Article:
I find it worrying that negative trends continue. Over the last years, we have observed mounting attacks on the independence of the judiciary in some EU Member States, to a point that it is now the very unity of the EU legal order that is at stake. Concretely, we are already in a situation where EU arrest warrants are not enforced due to concerns that defendants will not receive a fair trial due to rule of law concerns. This affects mutual trust, which is at the heart of the EU project, and which guarantees the single market as much as citizens' rights. However, I am optimistic that there is a stronger willingness to address this in EU institutions now. I see it as an excellent development that the Commission is now launching an annual rule of law report assessing the situation in all member states, and we are committed to stimulate contributions from the European civil society. The Committee has called for the tools at the EU`s disposal to be enhanced to counter backsliding with regard to fundamental EU values. On top of existing tools such as article 7 TEU, new Rule of Law Mechanism or European Semester we don't ́t need new instruments, it's just about more effective use of the existing tools with stronger focus on economic considerations.
What is the impact of Covid-19 pandemic on human rights, democracy and the rule of law?
The COVID-19 pandemic and the economic downturn as a result of it makes this topic even more timely. In times of crisis, governments and citizens will easily be tempted to sacrifice essential values in exchange for promises of wealth or security. As the EESC has stated before, while the response to the current crisis needs to be swift and warrant certain exceptional and time-limited measures, these cannot go against the rule of law and cannot endanger democracy, the separation of powers and the fundamental rights of European citizens.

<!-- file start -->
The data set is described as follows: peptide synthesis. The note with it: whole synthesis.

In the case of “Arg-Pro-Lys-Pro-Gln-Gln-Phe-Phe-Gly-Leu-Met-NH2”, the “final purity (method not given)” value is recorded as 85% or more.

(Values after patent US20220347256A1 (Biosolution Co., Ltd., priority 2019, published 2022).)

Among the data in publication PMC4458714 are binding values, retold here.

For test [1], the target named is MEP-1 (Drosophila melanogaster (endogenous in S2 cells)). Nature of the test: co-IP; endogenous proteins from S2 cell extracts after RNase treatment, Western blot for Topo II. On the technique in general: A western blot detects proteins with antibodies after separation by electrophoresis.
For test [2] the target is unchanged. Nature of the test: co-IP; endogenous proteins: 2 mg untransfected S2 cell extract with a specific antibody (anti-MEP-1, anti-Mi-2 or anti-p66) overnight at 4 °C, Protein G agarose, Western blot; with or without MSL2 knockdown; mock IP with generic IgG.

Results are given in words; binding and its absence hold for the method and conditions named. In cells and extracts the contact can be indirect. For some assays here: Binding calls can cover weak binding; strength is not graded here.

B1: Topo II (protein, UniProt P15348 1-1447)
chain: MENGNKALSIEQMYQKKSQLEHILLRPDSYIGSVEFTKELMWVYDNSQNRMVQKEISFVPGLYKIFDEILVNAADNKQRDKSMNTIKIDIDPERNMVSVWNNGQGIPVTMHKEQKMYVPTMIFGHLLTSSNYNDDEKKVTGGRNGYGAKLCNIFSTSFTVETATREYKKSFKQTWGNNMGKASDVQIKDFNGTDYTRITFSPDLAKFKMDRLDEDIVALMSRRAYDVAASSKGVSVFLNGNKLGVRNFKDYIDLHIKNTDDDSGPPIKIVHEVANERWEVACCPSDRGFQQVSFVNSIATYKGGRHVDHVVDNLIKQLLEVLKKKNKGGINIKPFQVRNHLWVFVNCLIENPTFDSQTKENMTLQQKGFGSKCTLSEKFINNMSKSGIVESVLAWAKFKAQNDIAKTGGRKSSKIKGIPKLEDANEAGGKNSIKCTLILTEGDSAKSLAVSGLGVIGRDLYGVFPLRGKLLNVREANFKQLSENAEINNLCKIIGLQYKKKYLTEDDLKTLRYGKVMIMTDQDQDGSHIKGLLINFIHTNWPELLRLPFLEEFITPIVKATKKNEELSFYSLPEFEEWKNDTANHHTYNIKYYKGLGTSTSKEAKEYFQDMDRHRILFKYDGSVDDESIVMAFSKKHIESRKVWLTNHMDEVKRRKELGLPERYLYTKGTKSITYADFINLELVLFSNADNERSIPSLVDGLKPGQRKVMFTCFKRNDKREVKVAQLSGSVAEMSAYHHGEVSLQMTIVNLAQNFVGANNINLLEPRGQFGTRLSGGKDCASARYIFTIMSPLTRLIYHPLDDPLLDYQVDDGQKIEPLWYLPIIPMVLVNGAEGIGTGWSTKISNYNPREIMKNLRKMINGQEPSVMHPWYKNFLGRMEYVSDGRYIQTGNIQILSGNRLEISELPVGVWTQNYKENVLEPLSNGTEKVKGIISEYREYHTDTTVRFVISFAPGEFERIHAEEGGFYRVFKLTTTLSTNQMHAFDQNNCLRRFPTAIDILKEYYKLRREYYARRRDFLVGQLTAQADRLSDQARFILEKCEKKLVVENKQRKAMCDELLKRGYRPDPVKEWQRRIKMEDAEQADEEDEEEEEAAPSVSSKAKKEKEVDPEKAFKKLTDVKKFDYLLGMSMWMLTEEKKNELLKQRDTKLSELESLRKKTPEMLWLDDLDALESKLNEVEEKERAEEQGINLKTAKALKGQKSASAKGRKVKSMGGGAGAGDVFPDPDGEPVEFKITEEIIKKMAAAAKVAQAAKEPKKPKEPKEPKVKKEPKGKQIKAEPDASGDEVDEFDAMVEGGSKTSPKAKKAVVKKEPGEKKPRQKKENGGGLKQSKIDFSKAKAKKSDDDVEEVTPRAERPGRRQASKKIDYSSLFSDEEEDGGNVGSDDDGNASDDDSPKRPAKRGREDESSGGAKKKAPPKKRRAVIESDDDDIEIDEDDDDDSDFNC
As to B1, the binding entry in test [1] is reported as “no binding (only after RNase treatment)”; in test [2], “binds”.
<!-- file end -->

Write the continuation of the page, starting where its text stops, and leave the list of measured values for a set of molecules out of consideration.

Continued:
How important is the contribution of civil society in strengthening the rule of law?
The Committee is a representative of civil society in Europe, and civil society is one of the first hit when the rule of law and fundamental rights decline. Therefore, we are well placed to channel concerns but also to help remedy the situation and promote a culture of rule of law across Europe. Through our diverse membership, we can help build bridges between different stakeholders in civil society, so that the rule of law is not perceived only as the concern of human rights organisations. By focusing on the socio-economic aspects, social partners – businesses and workers - become natural allies in the efforts to promote the rule of law and broaden the coalition to strengthen this fundamental value across Europe.
What are the weaknesses of the rule of law in Europe, as regards the certainty of the sentence, justice systems and economic activities?
My experience based on the EESC country visits and the information compiled by the EC is that one of the weaknesses of the judiciary systems is the justice delayed: judiciary processes take too much time. This is felt by the businesses as well as by ordinary citizens. The reasons behind this are manifold but it seems that the scarce resources of courts are a problem in many countries. What is really worrisome in many Member States is the fact that citizens do not trust judiciary systems. This is particularly the case, when justice systems are marred by appointment of judges perceived to be linked to political parties and or the government. This is something that stresses the need to highlight the importance of rule of law for everybody in every Member State.
The EESC opinion can be downloaded at this link